A new Europe was born at the Congress of Vienna. A Dutch–Belgian composite state, the United Kingdom of the Netherlands, appeared in the north-west. Norway was transferred from Denmark to Sweden. Austria relinquished forever its foothold in the Netherlands and struck deep inroads into Italy with the acquisition of Lombardy-Venetia and the installation of Habsburg dynasts on the thrones of Tuscany, Modena and Parma. The kingdom of Prussia became a colossus that stretched across the north of Germany, broken only by one gap, forty kilometres wide at its narrowest point. Of the 300-odd principalities and statelets that had inhabited the old Holy Roman Empire, only thirty-nine German territories remained. The borders of the Russian Empire, redrawn to encompass the bulk of eastern and central Poland, extended further westwards than at any time in European history.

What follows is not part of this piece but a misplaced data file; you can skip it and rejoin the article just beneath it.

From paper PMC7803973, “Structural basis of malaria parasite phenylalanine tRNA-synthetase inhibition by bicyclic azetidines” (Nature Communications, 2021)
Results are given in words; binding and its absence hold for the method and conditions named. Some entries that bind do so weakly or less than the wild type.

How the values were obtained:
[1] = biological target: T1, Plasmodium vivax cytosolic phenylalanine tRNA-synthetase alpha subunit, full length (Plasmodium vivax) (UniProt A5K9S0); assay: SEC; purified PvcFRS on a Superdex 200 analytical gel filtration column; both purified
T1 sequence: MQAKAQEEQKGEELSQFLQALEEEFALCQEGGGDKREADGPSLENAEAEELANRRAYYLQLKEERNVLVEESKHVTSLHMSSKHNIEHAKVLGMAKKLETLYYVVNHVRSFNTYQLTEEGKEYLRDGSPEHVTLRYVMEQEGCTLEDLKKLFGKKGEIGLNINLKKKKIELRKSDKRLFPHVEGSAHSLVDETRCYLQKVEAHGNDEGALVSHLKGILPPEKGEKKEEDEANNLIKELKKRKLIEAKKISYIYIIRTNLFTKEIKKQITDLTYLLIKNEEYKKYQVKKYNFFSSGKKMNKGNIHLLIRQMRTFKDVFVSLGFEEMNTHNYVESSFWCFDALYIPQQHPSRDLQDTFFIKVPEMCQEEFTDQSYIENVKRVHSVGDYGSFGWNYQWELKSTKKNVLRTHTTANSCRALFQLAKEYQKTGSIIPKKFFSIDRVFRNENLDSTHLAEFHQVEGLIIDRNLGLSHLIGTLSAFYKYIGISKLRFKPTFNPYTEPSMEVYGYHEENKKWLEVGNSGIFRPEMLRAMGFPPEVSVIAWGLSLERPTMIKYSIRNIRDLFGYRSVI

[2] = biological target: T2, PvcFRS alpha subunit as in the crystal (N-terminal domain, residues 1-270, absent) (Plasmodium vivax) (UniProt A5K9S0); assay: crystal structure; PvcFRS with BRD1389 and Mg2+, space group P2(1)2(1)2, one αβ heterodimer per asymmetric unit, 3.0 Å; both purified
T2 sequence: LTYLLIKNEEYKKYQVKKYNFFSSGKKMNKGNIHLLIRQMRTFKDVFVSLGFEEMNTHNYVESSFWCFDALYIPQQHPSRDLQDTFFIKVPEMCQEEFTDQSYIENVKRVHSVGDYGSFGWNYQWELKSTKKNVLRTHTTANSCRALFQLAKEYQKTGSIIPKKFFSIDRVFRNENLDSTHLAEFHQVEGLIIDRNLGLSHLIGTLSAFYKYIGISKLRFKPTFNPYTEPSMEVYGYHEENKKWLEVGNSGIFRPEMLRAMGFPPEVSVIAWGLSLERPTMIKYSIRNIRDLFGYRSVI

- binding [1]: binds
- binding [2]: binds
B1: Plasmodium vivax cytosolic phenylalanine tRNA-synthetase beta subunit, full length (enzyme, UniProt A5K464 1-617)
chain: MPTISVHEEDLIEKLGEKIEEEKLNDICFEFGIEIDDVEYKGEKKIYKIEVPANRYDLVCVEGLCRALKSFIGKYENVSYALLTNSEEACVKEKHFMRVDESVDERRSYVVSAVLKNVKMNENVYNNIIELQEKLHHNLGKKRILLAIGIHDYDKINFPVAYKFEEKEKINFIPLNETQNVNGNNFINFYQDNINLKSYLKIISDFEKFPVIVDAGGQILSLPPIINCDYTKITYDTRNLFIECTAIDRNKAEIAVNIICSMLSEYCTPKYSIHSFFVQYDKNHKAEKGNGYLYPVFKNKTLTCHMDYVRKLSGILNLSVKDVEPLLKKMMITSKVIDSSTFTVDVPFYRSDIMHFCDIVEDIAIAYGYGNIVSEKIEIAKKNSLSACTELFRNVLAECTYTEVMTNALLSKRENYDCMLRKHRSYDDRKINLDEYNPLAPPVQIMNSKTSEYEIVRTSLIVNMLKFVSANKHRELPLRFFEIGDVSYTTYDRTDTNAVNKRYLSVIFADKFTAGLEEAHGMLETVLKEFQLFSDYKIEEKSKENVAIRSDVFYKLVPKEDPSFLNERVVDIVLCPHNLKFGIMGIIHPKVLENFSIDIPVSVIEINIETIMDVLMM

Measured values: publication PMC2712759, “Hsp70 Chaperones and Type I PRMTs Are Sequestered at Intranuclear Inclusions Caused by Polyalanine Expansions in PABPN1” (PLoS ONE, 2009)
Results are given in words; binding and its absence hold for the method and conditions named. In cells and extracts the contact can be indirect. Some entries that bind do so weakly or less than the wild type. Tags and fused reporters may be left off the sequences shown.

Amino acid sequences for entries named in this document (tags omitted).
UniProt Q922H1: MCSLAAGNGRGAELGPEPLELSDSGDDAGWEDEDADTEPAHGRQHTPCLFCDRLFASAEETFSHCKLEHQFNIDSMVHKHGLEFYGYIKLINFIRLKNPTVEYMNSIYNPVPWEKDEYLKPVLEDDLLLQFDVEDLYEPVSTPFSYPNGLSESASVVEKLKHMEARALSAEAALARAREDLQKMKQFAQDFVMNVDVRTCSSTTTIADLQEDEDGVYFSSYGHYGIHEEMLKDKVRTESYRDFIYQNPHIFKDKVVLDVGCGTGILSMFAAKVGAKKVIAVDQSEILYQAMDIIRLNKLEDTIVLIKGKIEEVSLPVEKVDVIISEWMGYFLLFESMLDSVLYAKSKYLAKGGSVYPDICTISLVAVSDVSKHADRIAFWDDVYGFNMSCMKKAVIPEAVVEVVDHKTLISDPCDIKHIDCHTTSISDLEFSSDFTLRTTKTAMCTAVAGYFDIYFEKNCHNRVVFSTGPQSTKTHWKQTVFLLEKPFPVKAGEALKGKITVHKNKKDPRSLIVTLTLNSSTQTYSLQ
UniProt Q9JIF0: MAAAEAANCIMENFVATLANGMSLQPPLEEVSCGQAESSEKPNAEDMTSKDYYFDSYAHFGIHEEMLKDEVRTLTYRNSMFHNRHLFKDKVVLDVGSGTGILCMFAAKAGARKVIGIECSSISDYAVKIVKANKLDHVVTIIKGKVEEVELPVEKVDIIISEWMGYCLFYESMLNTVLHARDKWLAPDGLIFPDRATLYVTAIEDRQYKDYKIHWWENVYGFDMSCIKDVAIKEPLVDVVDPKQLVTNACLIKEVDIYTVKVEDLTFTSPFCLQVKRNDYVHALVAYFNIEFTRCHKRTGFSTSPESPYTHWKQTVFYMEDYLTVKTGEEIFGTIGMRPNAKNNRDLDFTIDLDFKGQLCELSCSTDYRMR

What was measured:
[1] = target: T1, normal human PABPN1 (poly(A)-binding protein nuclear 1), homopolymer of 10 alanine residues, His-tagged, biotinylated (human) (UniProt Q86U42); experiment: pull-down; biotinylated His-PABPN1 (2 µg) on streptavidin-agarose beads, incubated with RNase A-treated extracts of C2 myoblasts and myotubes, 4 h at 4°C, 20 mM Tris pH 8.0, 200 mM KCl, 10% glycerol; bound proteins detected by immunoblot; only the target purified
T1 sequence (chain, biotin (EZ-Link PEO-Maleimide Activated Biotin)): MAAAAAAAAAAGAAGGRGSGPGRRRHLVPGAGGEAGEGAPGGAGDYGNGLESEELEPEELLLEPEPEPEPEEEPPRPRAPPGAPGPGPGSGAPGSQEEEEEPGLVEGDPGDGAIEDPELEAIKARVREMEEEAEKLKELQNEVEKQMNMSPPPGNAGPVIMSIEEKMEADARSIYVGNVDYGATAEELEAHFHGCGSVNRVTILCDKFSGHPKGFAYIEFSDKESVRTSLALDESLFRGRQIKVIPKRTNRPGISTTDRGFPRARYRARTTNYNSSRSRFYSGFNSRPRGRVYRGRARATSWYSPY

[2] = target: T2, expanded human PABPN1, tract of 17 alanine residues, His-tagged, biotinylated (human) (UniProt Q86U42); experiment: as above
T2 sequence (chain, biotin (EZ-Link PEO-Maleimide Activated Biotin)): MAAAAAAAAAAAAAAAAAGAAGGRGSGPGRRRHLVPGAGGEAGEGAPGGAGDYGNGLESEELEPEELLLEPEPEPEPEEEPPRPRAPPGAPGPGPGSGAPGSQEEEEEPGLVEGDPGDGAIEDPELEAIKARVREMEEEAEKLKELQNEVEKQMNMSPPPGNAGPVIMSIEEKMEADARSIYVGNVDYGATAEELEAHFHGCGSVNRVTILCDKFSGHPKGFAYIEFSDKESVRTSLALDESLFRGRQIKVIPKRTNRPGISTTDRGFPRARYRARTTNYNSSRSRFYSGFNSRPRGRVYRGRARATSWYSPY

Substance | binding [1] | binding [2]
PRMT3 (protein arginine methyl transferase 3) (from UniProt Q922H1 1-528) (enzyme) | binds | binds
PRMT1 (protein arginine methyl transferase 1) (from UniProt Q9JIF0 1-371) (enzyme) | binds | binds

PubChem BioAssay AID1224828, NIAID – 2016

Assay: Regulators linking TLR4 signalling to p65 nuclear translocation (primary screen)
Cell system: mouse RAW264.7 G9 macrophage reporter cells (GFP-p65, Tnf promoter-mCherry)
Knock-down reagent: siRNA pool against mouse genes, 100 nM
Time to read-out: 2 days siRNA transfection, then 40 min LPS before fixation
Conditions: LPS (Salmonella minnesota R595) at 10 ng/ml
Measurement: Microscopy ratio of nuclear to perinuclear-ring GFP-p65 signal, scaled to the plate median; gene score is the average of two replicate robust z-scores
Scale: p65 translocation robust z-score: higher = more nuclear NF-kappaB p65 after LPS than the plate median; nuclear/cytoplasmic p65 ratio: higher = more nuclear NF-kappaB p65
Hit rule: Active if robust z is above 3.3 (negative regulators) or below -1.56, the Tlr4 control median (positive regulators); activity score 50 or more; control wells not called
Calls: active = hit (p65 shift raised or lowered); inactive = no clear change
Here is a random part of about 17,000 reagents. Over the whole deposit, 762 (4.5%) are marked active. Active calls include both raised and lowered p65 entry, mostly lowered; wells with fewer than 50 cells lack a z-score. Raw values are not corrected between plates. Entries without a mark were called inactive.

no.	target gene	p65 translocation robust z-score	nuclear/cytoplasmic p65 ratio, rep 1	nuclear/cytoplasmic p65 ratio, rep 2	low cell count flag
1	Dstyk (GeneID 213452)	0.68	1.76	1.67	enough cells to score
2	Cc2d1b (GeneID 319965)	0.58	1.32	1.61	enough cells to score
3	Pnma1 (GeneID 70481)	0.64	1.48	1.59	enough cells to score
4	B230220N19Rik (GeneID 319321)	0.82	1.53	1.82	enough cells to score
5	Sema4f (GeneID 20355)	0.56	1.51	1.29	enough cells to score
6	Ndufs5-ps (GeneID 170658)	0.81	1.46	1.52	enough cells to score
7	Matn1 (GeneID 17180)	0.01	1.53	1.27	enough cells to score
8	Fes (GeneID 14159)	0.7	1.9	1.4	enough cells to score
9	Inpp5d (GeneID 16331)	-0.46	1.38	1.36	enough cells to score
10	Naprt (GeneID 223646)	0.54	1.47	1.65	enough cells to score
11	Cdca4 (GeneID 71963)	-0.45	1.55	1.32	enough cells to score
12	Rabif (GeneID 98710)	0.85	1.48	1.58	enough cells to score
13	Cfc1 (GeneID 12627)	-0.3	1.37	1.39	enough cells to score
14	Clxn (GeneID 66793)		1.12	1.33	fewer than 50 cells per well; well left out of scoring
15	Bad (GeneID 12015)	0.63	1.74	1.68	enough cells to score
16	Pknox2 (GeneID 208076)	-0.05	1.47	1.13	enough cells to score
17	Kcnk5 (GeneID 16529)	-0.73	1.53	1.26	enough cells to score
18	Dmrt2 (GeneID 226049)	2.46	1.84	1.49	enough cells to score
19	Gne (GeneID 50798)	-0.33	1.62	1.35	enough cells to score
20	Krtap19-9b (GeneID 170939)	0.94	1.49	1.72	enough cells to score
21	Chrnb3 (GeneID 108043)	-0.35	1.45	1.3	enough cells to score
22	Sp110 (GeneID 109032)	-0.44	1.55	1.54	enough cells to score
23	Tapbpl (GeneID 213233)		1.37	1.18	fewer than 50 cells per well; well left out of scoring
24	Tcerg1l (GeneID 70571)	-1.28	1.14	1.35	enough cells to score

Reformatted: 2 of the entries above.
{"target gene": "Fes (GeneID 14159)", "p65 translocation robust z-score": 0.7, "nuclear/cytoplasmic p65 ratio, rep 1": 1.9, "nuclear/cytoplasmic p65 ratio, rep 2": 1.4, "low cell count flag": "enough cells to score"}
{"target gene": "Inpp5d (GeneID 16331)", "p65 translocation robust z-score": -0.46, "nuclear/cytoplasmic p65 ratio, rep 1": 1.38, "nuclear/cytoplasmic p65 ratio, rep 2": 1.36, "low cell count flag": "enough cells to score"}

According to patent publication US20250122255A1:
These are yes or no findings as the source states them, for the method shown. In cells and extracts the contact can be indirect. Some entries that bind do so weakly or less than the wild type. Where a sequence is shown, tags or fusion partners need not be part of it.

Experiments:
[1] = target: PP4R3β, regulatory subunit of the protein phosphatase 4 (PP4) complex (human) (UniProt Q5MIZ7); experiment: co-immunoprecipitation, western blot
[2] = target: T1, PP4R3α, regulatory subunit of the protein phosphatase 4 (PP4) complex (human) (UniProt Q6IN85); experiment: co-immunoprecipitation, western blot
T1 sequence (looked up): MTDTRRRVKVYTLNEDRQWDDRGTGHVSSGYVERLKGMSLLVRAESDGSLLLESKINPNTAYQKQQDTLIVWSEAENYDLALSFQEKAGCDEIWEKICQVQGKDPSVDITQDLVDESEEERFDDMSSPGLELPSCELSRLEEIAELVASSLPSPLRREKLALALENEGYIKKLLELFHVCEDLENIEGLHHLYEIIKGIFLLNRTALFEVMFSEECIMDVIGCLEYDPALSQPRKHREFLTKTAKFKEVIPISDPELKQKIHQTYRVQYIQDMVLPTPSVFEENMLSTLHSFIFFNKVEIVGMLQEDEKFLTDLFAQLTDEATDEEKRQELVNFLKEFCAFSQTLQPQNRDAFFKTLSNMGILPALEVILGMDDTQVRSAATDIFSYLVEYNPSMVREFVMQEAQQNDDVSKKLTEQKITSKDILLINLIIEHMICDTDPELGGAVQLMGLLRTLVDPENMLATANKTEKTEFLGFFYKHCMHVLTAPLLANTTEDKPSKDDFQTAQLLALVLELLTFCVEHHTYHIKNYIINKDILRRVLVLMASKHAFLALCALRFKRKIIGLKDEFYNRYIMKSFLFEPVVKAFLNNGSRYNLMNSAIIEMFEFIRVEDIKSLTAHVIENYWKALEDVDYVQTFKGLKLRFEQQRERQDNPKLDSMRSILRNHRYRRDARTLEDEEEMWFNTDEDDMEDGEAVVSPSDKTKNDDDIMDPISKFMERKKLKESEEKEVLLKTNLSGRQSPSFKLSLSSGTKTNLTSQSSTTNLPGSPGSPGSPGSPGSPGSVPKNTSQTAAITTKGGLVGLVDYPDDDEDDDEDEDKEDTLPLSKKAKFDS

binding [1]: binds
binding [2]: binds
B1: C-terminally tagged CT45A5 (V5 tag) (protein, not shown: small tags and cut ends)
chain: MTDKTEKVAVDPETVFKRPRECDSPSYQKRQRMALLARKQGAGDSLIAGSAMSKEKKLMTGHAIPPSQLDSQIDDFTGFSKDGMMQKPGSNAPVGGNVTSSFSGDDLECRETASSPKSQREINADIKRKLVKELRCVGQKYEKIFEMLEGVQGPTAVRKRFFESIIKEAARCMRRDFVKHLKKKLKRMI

The implications of this comprehensive restructuring were momentous. Prussia replaced Austria as the foremost German power. Piedmont-Sardinia emerged as the pre-eminent territory in the Italian peninsula. The Poles seethed for a century under a triple regime of occupation. The fear of the threat posed by a resurgent France sufficed, more